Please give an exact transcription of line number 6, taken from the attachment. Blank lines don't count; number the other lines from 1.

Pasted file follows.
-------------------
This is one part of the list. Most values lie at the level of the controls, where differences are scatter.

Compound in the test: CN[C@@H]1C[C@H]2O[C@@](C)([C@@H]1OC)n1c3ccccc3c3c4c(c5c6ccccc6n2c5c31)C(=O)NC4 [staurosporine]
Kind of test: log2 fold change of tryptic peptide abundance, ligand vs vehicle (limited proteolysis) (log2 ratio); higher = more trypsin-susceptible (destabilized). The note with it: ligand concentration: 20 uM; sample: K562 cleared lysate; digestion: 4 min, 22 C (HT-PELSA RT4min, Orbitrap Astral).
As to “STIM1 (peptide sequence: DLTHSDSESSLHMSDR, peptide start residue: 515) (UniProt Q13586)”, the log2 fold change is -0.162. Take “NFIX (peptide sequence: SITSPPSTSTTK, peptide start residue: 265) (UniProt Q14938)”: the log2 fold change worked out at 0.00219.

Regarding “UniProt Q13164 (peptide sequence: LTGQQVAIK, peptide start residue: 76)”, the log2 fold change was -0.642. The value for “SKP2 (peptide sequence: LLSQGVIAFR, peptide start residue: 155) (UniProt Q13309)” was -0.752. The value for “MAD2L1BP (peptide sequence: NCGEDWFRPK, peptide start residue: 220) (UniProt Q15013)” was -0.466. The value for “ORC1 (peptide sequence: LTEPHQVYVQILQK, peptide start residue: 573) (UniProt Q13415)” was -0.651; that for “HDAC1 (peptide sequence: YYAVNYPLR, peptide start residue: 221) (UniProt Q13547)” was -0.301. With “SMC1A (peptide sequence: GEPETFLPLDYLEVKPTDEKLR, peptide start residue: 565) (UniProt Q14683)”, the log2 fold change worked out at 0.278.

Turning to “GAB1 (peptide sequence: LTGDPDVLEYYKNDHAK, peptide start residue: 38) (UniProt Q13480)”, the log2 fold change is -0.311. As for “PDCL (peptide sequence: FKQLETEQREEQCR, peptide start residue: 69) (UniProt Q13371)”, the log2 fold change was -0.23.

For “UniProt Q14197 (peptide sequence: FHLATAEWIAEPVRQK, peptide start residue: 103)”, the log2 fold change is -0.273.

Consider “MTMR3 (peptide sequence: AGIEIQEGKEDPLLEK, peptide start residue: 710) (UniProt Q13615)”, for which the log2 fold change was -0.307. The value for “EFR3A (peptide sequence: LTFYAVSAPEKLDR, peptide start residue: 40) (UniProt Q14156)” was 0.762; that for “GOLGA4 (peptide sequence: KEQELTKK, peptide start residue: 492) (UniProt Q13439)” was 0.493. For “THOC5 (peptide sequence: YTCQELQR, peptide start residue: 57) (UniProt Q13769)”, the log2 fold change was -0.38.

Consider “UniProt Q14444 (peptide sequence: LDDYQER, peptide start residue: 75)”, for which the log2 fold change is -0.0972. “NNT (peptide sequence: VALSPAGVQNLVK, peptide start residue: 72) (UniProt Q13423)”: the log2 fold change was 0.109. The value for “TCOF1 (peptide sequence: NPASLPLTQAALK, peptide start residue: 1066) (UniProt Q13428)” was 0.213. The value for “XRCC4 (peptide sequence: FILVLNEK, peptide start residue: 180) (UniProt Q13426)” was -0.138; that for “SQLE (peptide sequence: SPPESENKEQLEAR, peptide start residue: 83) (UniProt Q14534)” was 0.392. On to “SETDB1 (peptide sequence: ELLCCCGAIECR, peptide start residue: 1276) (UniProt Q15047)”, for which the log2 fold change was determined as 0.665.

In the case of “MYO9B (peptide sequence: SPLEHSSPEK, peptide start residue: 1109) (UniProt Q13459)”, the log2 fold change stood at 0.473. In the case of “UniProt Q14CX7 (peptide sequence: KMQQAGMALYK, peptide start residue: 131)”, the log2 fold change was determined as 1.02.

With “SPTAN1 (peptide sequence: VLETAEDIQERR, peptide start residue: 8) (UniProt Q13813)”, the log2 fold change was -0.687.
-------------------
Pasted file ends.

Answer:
Turning to “GAB1 (peptide sequence: LTGDPDVLEYYKNDHAK, peptide start residue: 38) (UniProt Q13480)”, the log2 fold change is -0.311. As for “PDCL (peptide sequence: FKQLETEQREEQCR, peptide start residue: 69) (UniProt Q13371)”, the log2 fold change was -0.23.